“When are you going to ask my daughter to marry you?” I look at him, then over at Austin. My hand goes to my pocket where I have kept her ring since picking it up at the jewelers. I run my fingers over the metal before pulling it out of my pocket.
“I actually wanted to ask you for permission.” I hold the ring out in his direction. The ring has three diamonds. They represent our past, present, and future. They’re wrapped in white gold, with the kids’ birthstones set in-between.
“I can’t believe she took you back,” Austin says, looking at the ring, then me.
“I can’t believe it either, but she’s mine, and I will take out anyone who stands in the way of us having a future.” I look directly at Austin; his eyes flare, but he doesn’t say anything.
“You have my blessing,” Frank says. I look at him to see him smiling.
“Thank you,” I reply, putting the ring back in my pocket.
“Where’s the box?” Austin asks.
“The ring box, where is it?”
“In the garbage.” I sigh. “I can’t have the box in my pocket; it’s too obvious,” I say, running my fingers over the ring again. This is a new habit; touching it does something to calm me.
“How long have you had it?
“A little over a month,” I say, shrugging. I like having it with me. I don’t know when I’ll ask; I just have a feeling that when the time comes, I will know.
“It ain’t burning a hole in your pocket?” Austin asks, looking at me curiously.
“Honestly,” I shake my head, “yeah, but I want to make sure that she is ready before I ask her.”
“I know a spot she loves,” Austin says, looking thoughtful. I’m not sure I would want to ask her to marry me at any location they used to go to together. He must read my face when the next words come out of his mouth. “Childs Glacier. She loves it out there. And no, we never went there together,” Austin says, and I remember her telling me about that place, saying there wasn’t anywhere in the world more beautiful. I can even remember the pictures she had in her apartment when I first started dating her.
“I’m not sure when I’m going to ask her. I want it to be in the moment.” I look at Austin and Frank, who both smile.
“Well, if you want her to say yes, then you should be in the moment at Childs Glacier.”
“She will say yes,” I say, not feeling so confident when I read the looks on their faces. “What?”
“When she was a little girl, she told me she wanted her future husband to ask her to marry her at her favorite spot, just like I asked her mom to marry me at her favorite place.”
“I don’t know. I just keep thinking I will know when I’m supposed to ask her.” I sigh, pulling the hat off my head.
“Bud, just take her out to the glacier. If you don’t get the feeling when you’re there, then don’t ask her,” Austin says. I really don’t want to like this guy, but he makes it hard not to.
“I’ll think about it,” I say, thinking over the idea.
“All right.” Frank smiles and pats my back. “Enough of the women-talk, time to go find our bear.”
“Shit,” I groan. “How the hell did I end up in this situation?” I look at Austin, who laughs.
“You need to man-up,” Austin says, smiling. “We need to make a man out of you. Hunting is like coffee; it puts hair on your chest.”
“If that’s the case, I think you need to quit drinking coffee and hunting.” I look him over, shaking my head. He looks like a bear.
“Jealous?” he asks, pulling down the top of his shirt and showing off his chest hair.
“Chicks love it.” He smiles, and I can’t help but laugh.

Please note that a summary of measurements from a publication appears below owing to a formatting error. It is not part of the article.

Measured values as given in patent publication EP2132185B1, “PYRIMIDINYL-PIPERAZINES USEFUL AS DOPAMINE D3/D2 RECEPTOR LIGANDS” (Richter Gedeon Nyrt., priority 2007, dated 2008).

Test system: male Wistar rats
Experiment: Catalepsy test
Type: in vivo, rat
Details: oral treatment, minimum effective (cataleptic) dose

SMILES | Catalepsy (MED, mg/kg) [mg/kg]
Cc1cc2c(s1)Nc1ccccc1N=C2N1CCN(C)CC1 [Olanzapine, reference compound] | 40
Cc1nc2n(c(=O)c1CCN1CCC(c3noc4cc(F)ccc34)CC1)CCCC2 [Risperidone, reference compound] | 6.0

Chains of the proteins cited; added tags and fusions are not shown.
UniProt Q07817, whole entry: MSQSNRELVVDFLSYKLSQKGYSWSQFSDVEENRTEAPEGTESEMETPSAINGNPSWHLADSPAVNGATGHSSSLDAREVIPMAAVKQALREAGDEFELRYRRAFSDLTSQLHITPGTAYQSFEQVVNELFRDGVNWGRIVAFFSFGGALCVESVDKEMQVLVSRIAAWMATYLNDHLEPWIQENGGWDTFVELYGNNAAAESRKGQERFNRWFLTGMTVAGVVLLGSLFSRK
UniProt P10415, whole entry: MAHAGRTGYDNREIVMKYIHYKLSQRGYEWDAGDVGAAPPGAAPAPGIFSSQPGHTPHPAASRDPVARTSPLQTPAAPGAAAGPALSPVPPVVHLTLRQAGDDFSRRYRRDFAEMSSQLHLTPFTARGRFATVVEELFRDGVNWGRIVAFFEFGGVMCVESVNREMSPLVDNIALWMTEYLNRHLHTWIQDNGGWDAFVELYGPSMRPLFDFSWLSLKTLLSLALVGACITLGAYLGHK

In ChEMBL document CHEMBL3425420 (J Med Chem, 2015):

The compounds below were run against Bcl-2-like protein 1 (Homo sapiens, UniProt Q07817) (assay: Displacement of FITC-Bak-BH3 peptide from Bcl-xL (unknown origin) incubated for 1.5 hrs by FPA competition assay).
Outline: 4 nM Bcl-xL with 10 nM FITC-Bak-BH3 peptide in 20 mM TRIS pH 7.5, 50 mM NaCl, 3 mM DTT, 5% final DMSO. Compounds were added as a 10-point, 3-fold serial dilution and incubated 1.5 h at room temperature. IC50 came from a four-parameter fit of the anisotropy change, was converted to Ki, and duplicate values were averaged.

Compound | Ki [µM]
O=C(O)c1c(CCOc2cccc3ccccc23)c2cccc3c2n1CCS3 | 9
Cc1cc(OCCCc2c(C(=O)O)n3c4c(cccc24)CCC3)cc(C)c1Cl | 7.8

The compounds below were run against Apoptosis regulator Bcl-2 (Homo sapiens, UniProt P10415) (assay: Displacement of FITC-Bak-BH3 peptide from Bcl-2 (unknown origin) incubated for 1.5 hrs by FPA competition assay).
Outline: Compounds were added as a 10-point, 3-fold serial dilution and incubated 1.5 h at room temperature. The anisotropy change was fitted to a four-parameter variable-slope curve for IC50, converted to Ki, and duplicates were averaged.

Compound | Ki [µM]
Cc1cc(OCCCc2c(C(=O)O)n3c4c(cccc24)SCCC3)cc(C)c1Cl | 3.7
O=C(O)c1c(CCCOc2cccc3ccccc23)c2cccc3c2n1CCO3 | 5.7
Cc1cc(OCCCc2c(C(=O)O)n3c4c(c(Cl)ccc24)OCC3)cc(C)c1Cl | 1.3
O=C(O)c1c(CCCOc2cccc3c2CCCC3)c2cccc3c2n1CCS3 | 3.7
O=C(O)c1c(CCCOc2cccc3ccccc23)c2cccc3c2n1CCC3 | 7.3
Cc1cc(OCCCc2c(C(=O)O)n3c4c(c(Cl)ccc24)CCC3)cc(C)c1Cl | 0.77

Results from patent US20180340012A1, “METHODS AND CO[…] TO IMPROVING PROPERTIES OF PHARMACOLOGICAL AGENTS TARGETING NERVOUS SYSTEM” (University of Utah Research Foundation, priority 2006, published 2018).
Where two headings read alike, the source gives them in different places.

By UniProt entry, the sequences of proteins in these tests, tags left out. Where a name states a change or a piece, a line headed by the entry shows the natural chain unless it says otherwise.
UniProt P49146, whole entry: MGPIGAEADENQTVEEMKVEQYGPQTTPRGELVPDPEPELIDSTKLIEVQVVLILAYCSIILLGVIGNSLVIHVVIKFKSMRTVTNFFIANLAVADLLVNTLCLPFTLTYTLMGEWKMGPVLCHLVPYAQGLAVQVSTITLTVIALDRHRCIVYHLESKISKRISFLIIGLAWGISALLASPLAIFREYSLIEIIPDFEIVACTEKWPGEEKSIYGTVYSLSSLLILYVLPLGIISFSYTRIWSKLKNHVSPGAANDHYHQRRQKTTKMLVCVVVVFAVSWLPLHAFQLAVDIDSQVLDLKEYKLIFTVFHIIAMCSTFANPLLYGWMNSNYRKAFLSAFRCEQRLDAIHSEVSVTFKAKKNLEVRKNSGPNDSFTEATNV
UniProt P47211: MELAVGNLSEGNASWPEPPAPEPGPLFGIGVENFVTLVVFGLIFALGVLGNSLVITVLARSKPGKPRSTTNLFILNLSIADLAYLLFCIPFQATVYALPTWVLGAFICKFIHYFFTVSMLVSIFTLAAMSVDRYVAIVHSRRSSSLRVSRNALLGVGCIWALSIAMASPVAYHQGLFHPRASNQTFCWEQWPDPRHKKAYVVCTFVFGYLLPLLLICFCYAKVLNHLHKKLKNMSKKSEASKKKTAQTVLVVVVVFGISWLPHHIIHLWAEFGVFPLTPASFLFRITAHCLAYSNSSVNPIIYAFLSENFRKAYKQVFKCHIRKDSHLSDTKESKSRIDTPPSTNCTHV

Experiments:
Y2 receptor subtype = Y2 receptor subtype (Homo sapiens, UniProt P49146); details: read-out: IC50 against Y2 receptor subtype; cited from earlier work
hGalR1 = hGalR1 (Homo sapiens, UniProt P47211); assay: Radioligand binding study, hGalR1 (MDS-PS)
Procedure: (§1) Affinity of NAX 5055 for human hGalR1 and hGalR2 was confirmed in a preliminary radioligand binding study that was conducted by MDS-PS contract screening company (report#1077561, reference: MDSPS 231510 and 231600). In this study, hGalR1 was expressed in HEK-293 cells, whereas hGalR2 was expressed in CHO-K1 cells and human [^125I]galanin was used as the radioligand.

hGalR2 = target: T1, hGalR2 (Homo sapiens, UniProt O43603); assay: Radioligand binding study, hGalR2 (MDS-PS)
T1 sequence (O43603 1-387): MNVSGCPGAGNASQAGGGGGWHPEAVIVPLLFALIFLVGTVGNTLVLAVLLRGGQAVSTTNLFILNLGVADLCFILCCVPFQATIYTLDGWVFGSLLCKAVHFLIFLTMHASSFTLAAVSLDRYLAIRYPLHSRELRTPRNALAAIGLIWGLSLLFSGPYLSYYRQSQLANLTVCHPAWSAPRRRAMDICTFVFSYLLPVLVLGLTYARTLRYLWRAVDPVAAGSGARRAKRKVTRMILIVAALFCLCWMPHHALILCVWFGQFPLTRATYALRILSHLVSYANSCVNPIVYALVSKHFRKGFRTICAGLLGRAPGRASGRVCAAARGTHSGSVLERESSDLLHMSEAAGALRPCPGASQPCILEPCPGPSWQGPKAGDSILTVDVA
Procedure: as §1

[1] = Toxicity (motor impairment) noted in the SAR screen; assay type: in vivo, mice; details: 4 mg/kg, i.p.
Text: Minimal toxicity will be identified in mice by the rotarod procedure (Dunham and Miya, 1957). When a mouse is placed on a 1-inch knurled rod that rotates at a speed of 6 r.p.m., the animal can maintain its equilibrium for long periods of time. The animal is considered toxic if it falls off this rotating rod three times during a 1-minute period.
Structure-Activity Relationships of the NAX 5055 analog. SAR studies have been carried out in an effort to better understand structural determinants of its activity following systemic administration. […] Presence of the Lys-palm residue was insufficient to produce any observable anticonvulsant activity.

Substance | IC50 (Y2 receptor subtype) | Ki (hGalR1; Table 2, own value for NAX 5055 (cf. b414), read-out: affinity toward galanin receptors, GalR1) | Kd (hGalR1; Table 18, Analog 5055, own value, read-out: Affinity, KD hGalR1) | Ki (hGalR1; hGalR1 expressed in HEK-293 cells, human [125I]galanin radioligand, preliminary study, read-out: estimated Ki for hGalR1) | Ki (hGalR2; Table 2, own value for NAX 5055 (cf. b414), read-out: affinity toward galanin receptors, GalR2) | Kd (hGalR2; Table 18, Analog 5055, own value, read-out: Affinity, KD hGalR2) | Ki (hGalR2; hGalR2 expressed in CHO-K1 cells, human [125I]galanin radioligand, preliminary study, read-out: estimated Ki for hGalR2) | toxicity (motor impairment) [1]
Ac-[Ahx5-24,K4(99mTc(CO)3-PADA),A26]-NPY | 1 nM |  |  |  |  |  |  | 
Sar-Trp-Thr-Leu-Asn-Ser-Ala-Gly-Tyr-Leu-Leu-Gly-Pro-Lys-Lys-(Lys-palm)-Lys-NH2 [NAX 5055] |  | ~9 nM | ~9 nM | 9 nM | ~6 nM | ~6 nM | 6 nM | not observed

“What the hell are you two gossiping about? Get it together; we’re burning daylight,” Frank yells. Austin looks at me and shrugs before taking off hiking again.
“You better be careful, Austin, you could easily be confused with a bear,” I tell his back. His hand raises over his shoulder so he can flip me off. I start to jog so I’m not so far behind and pray we don’t see a bear.
I look out the window of the truck into the side-view mirror. The dirt road we’re driving on is creating a large dust cloud behind us. All along the side of the road is empty space with large mountains off in the distance. My mom and dad are keeping the kids for us for a few hours so that Cash and I can go out to Childs Glacier. There are two glaciers near where I grew up in Alaska: one is Childs, the other, Miles. Childs Glacier has been one of my favorite places to go and think since I was young. There is just something about looking at a natural wonder that has been around for thousands of years. Along with the beauty of it—the amazing glaring white and turquoise color that is woven throughout the ice, and the river running along the front of it—if you’re lucky, you can watch a piece of ice fall off into the water; the sound of thunder that fills the air when it happens is awe inspiring.
“What’s going on in that head of yours?” Cash asks, pulling my hand up to his mouth to kiss my fingers.
“Nothing.” I smile, looking over at him.
“Are you sad that were leaving in a couple of days?”
“Yes and no.” I squeeze his hand. “I miss my parents, but I also miss home,” I tell him and see him smile.
“I miss home too, but I am gonna miss it here.” He puts my hand on his thigh with his on top of mine, his thumb running across the top. “This is someplace I could see myself living,” he says, and I laugh; he is only saying that because he has never gone through an Alaskan winter. “What’s so funny?”
“Honey, in the winter, there are times it snows so badly that you can’t even open the front door. A couple of years ago, the National Guard had to come in and dig people out because there were fifteen feet of snow in some areas.” I watch as his eyes almost bug out of his head. “So, now do you want to move here?” I ask him.
“I think we will just have to find time to visit in the summer.”
“I thought so.” I smile.
“What the hell is that?” Cash asks. My eyes go from him to the road, and I see a giant black blur in the middle of the road ahead of us.
“I don’t know,” I mumble, squinting my eyes. The closer we get, the clearer the object in the middle of the road becomes.